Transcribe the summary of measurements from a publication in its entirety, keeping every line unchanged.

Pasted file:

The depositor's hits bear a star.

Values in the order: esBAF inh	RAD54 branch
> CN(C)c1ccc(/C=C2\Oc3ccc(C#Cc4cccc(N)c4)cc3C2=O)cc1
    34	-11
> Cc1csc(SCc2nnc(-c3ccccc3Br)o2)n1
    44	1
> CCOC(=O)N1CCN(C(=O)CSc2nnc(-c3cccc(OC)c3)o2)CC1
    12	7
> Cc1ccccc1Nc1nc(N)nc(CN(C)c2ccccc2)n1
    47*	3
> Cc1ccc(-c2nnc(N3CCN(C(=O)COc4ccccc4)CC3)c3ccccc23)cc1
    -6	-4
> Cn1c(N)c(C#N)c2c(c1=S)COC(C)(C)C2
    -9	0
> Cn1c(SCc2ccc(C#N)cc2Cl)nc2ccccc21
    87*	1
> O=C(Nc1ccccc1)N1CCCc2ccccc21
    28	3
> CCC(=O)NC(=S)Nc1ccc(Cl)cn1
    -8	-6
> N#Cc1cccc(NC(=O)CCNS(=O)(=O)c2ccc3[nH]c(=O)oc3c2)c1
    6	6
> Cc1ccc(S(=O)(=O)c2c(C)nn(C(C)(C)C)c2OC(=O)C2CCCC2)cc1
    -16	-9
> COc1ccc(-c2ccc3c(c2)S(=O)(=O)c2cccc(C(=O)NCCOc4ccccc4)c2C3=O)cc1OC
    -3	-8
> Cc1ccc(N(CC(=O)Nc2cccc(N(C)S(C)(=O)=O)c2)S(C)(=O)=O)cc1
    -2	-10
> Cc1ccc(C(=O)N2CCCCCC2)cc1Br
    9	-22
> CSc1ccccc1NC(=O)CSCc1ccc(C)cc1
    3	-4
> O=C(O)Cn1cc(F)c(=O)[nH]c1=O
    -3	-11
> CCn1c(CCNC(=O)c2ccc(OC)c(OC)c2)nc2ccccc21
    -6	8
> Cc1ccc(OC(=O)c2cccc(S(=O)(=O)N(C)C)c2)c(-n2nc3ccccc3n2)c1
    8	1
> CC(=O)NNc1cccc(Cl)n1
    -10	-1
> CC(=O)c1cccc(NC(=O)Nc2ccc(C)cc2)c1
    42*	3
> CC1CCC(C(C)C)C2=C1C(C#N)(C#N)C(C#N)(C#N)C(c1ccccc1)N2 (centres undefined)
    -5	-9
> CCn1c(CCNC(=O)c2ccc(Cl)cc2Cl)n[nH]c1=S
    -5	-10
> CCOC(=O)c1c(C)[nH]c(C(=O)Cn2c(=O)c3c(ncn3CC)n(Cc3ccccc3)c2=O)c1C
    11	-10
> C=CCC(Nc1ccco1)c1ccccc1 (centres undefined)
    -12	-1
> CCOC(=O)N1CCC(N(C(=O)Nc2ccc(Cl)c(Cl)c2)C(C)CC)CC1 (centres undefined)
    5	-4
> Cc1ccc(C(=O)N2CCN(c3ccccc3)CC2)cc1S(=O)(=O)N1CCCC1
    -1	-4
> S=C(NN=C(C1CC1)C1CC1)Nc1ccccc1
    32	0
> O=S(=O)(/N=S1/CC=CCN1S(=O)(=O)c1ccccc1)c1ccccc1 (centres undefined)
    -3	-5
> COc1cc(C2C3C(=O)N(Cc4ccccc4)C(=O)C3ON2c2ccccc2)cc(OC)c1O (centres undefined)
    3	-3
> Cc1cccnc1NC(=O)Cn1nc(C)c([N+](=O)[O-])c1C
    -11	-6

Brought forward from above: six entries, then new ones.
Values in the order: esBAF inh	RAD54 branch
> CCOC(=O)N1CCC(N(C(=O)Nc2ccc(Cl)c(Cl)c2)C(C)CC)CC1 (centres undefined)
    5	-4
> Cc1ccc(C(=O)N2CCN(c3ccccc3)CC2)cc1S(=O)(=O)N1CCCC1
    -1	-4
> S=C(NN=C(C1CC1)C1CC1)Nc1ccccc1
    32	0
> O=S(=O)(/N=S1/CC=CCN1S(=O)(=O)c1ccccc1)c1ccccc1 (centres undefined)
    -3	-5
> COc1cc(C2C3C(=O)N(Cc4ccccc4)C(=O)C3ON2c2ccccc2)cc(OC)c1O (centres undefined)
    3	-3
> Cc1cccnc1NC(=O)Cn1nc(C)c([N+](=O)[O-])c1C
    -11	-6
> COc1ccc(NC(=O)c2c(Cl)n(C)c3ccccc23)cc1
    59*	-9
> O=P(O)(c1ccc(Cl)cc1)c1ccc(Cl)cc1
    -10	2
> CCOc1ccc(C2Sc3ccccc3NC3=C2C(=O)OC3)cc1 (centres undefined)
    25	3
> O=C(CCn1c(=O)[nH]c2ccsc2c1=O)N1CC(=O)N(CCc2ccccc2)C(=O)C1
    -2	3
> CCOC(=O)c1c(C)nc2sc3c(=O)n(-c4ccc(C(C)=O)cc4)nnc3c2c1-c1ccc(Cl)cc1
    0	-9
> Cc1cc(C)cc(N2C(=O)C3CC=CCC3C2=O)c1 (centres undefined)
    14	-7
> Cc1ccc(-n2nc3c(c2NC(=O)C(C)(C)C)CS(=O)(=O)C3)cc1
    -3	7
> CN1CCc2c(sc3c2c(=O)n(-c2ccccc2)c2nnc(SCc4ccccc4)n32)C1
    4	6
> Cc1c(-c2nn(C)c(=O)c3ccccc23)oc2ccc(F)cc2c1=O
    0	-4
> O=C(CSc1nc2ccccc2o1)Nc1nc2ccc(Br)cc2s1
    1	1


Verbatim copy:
The depositor's hits bear a star.

Values in the order: esBAF inh	RAD54 branch
> CN(C)c1ccc(/C=C2\Oc3ccc(C#Cc4cccc(N)c4)cc3C2=O)cc1
    34	-11
> Cc1csc(SCc2nnc(-c3ccccc3Br)o2)n1
    44	1
> CCOC(=O)N1CCN(C(=O)CSc2nnc(-c3cccc(OC)c3)o2)CC1
    12	7
> Cc1ccccc1Nc1nc(N)nc(CN(C)c2ccccc2)n1
    47*	3
> Cc1ccc(-c2nnc(N3CCN(C(=O)COc4ccccc4)CC3)c3ccccc23)cc1
    -6	-4
> Cn1c(N)c(C#N)c2c(c1=S)COC(C)(C)C2
    -9	0
> Cn1c(SCc2ccc(C#N)cc2Cl)nc2ccccc21
    87*	1
> O=C(Nc1ccccc1)N1CCCc2ccccc21
    28	3
> CCC(=O)NC(=S)Nc1ccc(Cl)cn1
    -8	-6
> N#Cc1cccc(NC(=O)CCNS(=O)(=O)c2ccc3[nH]c(=O)oc3c2)c1
    6	6
> Cc1ccc(S(=O)(=O)c2c(C)nn(C(C)(C)C)c2OC(=O)C2CCCC2)cc1
    -16	-9
> COc1ccc(-c2ccc3c(c2)S(=O)(=O)c2cccc(C(=O)NCCOc4ccccc4)c2C3=O)cc1OC
    -3	-8
> Cc1ccc(N(CC(=O)Nc2cccc(N(C)S(C)(=O)=O)c2)S(C)(=O)=O)cc1
    -2	-10
> Cc1ccc(C(=O)N2CCCCCC2)cc1Br
    9	-22
> CSc1ccccc1NC(=O)CSCc1ccc(C)cc1
    3	-4
> O=C(O)Cn1cc(F)c(=O)[nH]c1=O
    -3	-11
> CCn1c(CCNC(=O)c2ccc(OC)c(OC)c2)nc2ccccc21
    -6	8
> Cc1ccc(OC(=O)c2cccc(S(=O)(=O)N(C)C)c2)c(-n2nc3ccccc3n2)c1
    8	1
> CC(=O)NNc1cccc(Cl)n1
    -10	-1
> CC(=O)c1cccc(NC(=O)Nc2ccc(C)cc2)c1
    42*	3
> CC1CCC(C(C)C)C2=C1C(C#N)(C#N)C(C#N)(C#N)C(c1ccccc1)N2 (centres undefined)
    -5	-9
> CCn1c(CCNC(=O)c2ccc(Cl)cc2Cl)n[nH]c1=S
    -5	-10
> CCOC(=O)c1c(C)[nH]c(C(=O)Cn2c(=O)c3c(ncn3CC)n(Cc3ccccc3)c2=O)c1C
    11	-10
> C=CCC(Nc1ccco1)c1ccccc1 (centres undefined)
    -12	-1
> CCOC(=O)N1CCC(N(C(=O)Nc2ccc(Cl)c(Cl)c2)C(C)CC)CC1 (centres undefined)
    5	-4
> Cc1ccc(C(=O)N2CCN(c3ccccc3)CC2)cc1S(=O)(=O)N1CCCC1
    -1	-4
> S=C(NN=C(C1CC1)C1CC1)Nc1ccccc1
    32	0
> O=S(=O)(/N=S1/CC=CCN1S(=O)(=O)c1ccccc1)c1ccccc1 (centres undefined)
    -3	-5
> COc1cc(C2C3C(=O)N(Cc4ccccc4)C(=O)C3ON2c2ccccc2)cc(OC)c1O (centres undefined)
    3	-3
> Cc1cccnc1NC(=O)Cn1nc(C)c([N+](=O)[O-])c1C
    -11	-6

Brought forward from above: six entries, then new ones.
Values in the order: esBAF inh	RAD54 branch
> CCOC(=O)N1CCC(N(C(=O)Nc2ccc(Cl)c(Cl)c2)C(C)CC)CC1 (centres undefined)
    5	-4
> Cc1ccc(C(=O)N2CCN(c3ccccc3)CC2)cc1S(=O)(=O)N1CCCC1
    -1	-4
> S=C(NN=C(C1CC1)C1CC1)Nc1ccccc1
    32	0
> O=S(=O)(/N=S1/CC=CCN1S(=O)(=O)c1ccccc1)c1ccccc1 (centres undefined)
    -3	-5
> COc1cc(C2C3C(=O)N(Cc4ccccc4)C(=O)C3ON2c2ccccc2)cc(OC)c1O (centres undefined)
    3	-3
> Cc1cccnc1NC(=O)Cn1nc(C)c([N+](=O)[O-])c1C
    -11	-6
> COc1ccc(NC(=O)c2c(Cl)n(C)c3ccccc23)cc1
    59*	-9
> O=P(O)(c1ccc(Cl)cc1)c1ccc(Cl)cc1
    -10	2
> CCOc1ccc(C2Sc3ccccc3NC3=C2C(=O)OC3)cc1 (centres undefined)
    25	3
> O=C(CCn1c(=O)[nH]c2ccsc2c1=O)N1CC(=O)N(CCc2ccccc2)C(=O)C1
    -2	3
> CCOC(=O)c1c(C)nc2sc3c(=O)n(-c4ccc(C(C)=O)cc4)nnc3c2c1-c1ccc(Cl)cc1
    0	-9
> Cc1cc(C)cc(N2C(=O)C3CC=CCC3C2=O)c1 (centres undefined)
    14	-7
> Cc1ccc(-n2nc3c(c2NC(=O)C(C)(C)C)CS(=O)(=O)C3)cc1
    -3	7
> CN1CCc2c(sc3c2c(=O)n(-c2ccccc2)c2nnc(SCc4ccccc4)n32)C1
    4	6
> Cc1c(-c2nn(C)c(=O)c3ccccc23)oc2ccc(F)cc2c1=O
    0	-4
> O=C(CSc1nc2ccccc2o1)Nc1nc2ccc(Br)cc2s1
    1	1